Novartis Korea donates 30,000 masks to low-income families in Korea (Novartis Korea)
Foreign pharmaceutical companies operating in Korea are reaching out to those needing most help amid the coronavirus spread here.
Medical device company GE Healthcare Korea said Thursday it will donate ultrasound and patient monitoring equipment worth 210 million won ($174,000) to the doctors in North Gyeongsang Province, while Novartis Korea has donated 30,000 masks for low-income households.
GE Healthcare will donate GE Venue Go, an artificial intelligence-enabled ultrasound machine, and patient monitors B105 and B125, to help medical professionals make faster and more reliable diagnosis of coronavirus patients -- confirmed and suspected.
GE Venue Go is an artificial intelligence-enabled ultrasound diagnosis machine that reduces exam time by 80 percent compared to conventional machines (GE Healthcare)
“As a committed member of the health care industry, we strongly feel the social responsibility to our community as the COVID-19 situation escalates. Through our donation, we hope to support medical professionals so that the current challenging situation comes to an end soon,” said GE Healthcare Korea President and CEO Khang Sung-wook.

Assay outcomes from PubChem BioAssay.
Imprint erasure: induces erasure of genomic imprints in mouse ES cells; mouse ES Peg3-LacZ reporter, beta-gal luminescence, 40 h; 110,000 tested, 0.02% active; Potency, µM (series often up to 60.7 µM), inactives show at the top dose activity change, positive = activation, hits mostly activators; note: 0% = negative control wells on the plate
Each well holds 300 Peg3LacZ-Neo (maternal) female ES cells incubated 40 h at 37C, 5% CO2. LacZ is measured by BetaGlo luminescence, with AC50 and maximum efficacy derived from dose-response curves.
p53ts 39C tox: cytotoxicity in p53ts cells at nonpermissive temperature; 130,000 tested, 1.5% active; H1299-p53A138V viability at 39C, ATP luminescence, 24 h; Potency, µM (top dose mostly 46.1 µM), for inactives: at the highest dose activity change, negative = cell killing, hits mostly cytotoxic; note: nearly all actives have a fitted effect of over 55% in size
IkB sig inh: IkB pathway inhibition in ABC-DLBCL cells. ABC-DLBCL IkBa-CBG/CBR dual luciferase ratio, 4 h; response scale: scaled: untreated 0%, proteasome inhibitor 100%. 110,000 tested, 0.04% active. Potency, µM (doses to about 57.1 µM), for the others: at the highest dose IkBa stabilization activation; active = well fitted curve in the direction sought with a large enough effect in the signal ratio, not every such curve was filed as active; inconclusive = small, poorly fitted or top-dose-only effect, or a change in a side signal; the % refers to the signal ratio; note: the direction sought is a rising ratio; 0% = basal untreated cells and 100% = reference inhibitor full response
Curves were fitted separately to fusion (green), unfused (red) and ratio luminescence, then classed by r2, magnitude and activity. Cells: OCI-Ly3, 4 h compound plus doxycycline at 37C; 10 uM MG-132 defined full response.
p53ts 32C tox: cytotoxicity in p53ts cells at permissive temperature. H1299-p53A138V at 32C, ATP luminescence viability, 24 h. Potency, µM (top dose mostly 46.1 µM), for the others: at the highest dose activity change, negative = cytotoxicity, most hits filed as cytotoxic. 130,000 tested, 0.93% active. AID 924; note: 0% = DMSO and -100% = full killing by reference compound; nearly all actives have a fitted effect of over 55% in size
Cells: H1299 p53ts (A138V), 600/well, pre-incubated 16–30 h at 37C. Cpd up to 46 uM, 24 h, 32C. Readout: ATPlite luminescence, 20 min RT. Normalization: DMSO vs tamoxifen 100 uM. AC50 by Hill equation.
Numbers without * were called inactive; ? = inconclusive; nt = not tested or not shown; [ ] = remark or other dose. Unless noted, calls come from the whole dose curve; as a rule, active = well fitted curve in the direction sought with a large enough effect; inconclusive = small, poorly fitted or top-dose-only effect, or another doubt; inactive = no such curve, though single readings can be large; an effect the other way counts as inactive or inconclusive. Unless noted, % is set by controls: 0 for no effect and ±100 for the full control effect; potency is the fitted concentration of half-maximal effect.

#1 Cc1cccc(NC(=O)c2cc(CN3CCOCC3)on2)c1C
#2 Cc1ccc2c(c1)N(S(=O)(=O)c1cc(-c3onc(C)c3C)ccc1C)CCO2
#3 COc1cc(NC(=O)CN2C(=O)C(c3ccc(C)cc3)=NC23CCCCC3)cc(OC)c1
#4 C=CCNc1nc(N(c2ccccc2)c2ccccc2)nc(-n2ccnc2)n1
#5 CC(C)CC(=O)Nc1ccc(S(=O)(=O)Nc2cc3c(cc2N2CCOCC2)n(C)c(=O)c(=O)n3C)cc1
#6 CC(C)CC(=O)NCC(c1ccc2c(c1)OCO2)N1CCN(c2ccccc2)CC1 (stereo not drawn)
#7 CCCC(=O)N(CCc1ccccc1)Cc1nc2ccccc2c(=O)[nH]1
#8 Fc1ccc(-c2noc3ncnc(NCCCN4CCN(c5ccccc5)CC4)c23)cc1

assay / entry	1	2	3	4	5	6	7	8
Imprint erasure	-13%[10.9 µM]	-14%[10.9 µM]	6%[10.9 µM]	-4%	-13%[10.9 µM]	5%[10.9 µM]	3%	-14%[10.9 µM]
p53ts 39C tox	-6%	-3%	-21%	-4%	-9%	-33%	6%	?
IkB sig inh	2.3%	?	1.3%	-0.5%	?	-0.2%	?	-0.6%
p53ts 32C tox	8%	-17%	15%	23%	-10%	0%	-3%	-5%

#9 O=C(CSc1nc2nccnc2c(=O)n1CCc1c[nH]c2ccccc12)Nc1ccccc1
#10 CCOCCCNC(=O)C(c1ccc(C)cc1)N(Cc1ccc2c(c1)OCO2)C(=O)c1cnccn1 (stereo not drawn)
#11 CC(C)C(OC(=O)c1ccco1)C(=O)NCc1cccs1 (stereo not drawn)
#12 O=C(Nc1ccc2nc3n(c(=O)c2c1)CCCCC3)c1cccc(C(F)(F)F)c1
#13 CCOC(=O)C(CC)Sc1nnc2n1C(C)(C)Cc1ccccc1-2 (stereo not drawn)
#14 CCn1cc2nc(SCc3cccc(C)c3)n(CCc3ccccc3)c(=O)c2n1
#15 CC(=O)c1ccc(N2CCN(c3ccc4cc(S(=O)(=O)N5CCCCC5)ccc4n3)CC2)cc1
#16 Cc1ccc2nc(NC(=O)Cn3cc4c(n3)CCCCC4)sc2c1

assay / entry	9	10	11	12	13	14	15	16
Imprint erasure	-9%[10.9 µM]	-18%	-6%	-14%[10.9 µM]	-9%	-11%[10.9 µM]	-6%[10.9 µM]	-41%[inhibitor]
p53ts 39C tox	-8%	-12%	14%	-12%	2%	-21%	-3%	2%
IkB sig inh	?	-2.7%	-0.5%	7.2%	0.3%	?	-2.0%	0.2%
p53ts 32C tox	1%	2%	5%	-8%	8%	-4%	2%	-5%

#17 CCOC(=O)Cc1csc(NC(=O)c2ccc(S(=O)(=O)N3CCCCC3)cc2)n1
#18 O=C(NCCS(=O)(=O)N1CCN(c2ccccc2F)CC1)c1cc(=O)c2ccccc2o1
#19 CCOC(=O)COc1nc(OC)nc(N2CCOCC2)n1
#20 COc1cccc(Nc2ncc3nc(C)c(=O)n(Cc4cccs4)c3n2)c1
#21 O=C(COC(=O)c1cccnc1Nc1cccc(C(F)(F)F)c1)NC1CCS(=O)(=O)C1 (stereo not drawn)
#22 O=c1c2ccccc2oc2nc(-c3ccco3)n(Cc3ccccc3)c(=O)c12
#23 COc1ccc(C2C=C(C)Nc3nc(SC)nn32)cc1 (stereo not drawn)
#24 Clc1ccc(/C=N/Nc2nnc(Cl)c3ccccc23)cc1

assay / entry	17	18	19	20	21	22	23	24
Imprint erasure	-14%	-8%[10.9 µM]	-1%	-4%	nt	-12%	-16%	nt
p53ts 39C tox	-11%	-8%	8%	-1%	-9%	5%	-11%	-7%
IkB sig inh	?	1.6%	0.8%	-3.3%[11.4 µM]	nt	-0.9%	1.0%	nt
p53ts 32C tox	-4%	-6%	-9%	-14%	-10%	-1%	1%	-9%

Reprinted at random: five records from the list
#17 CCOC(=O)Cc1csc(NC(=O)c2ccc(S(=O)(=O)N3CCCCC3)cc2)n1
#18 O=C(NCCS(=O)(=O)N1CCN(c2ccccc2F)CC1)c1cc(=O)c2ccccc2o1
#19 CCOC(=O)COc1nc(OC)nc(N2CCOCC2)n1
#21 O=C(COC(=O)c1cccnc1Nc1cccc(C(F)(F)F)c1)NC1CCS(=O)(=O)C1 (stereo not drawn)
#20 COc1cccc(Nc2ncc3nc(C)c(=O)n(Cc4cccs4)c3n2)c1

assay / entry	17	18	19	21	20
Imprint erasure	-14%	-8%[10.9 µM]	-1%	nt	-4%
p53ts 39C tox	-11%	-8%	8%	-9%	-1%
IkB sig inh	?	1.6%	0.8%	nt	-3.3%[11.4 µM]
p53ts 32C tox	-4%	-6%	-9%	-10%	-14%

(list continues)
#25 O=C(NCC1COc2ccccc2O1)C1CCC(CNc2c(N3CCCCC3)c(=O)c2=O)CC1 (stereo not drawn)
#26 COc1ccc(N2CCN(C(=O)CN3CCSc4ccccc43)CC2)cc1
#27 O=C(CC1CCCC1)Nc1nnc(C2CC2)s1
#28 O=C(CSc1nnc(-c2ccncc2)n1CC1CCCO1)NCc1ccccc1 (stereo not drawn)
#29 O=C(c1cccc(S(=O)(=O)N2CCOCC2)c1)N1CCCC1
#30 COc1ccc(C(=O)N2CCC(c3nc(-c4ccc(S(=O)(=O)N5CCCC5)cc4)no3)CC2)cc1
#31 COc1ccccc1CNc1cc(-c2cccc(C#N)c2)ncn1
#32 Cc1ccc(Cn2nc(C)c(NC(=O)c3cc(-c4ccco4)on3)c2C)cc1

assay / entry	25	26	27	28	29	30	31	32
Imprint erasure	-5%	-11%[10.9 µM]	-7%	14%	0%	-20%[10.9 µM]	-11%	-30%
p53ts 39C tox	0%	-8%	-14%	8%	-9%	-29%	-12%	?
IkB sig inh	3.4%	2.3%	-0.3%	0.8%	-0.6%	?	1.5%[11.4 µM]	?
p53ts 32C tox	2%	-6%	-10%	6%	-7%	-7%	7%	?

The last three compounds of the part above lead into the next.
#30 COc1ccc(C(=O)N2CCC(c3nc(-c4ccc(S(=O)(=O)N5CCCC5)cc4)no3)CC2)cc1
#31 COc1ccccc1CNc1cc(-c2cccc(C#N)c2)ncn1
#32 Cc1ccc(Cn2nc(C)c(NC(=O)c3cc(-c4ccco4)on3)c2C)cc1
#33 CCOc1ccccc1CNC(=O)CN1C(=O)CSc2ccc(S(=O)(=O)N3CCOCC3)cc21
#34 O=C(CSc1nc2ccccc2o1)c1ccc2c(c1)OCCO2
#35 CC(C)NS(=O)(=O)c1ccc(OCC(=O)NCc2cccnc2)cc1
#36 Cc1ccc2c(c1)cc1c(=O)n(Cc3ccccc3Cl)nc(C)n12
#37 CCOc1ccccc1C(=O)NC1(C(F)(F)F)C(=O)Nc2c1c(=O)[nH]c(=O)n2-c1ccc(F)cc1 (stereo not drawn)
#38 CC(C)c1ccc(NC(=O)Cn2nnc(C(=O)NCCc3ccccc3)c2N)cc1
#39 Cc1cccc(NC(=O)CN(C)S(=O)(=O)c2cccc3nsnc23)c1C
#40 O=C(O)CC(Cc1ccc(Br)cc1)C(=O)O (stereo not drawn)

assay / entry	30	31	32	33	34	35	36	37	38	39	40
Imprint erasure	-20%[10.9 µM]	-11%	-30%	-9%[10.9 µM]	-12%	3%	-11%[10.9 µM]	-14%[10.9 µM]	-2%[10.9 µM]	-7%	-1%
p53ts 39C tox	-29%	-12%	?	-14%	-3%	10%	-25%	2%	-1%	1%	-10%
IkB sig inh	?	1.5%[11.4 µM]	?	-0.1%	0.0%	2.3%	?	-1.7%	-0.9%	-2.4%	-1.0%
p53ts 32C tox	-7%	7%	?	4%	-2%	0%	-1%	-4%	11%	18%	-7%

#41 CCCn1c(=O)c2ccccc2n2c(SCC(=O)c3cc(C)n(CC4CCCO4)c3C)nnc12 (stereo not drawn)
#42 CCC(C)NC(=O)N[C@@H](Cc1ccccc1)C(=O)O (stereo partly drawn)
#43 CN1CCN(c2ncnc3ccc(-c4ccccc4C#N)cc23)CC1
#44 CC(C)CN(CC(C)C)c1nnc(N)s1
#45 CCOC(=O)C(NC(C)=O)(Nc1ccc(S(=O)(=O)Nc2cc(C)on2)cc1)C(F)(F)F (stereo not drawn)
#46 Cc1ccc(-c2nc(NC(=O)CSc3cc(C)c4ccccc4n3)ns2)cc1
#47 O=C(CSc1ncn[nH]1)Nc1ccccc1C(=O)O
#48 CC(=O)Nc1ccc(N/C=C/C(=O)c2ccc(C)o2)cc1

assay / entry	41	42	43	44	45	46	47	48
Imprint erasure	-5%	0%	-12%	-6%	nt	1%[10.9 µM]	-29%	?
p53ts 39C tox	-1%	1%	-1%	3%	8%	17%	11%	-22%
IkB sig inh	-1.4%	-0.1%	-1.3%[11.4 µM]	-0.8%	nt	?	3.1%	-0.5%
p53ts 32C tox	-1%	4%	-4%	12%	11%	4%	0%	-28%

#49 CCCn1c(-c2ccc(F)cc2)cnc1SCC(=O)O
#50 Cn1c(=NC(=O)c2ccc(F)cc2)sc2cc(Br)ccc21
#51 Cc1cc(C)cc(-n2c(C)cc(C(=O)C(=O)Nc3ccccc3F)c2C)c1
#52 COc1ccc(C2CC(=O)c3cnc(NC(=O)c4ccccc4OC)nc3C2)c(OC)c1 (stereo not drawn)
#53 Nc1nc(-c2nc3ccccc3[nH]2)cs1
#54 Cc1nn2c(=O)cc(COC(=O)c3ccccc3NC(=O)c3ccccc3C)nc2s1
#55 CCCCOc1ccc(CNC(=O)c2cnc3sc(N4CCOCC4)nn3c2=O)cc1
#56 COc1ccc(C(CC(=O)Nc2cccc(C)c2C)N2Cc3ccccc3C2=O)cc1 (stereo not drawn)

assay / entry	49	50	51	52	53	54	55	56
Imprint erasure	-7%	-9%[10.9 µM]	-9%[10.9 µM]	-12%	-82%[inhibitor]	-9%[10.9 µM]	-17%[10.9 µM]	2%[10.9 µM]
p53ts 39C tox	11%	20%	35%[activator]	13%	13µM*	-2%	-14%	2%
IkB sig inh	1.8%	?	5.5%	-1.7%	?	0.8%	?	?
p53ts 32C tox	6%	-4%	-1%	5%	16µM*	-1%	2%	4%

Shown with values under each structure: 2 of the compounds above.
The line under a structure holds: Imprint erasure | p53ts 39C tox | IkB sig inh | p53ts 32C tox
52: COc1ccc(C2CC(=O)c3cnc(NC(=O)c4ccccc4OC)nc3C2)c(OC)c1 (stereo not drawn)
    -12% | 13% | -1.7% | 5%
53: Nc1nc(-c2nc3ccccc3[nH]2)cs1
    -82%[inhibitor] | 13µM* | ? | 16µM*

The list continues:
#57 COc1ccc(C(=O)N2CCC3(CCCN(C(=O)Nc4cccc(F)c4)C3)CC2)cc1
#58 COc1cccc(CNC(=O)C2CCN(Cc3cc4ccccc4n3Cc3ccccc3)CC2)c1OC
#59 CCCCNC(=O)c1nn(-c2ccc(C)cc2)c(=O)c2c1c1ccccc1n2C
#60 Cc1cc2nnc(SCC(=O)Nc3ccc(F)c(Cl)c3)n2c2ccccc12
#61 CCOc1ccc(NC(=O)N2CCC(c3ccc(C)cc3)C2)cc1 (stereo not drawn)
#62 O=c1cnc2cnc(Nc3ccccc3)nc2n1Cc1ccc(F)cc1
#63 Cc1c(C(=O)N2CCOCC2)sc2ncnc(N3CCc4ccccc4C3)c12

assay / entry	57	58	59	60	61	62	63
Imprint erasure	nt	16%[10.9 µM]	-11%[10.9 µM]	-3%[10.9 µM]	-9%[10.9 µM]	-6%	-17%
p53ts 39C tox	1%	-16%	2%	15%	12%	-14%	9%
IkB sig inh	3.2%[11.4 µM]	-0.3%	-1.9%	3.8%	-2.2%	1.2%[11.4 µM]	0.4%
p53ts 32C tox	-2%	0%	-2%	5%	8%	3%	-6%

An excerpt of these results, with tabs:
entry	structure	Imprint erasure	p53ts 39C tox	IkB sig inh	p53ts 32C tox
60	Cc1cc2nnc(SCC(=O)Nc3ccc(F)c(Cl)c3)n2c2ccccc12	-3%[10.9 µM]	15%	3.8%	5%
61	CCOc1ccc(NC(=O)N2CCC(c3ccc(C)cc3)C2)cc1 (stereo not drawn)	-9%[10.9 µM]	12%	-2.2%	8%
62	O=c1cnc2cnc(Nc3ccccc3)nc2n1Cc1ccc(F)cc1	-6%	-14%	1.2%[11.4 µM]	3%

The devices will be sent to Andong Medical Center in North Gyeongsang Province where over 135 confirmed patients are being quarantined.
GE Healthcare will also lend Voluson S8, an ultrasound imaging device designed for obstetricians and gynecologists, to examine the coronavirus confirmed and suspected pregnant women in Dong-san Hospital in Daegu.
If GE Healthcare has added ammunition for doctors on the frontier of the fight against COVID-19, Novartis Korea has focused on the least-protected low-income families.
Novartis Korea said it has given 30,000 masks to a local nonprofit organization called People for Share Hope to join in the effort to curb the spread of COVID-19.
PSH is a Ministry of Employment and Labor-approved NGO, which is carrying out various support programs to ensure the health and safety of the less-privileged, Novartis Korea said.
“It is deeply meaningful to be able to partake in Korea’s national efforts to resolve the COVID-19 situation,” said Novarts Korea CEO Joshi Venugopal.
“Our priority lies not only on the safety of our employees here but also on patients and medical professionals in Korea. To support them, we will actively join the efforts to limit the spread of coronavirus,” Venugopal said.
By Lim Jeong-yeo (firstname.lastname@example.org)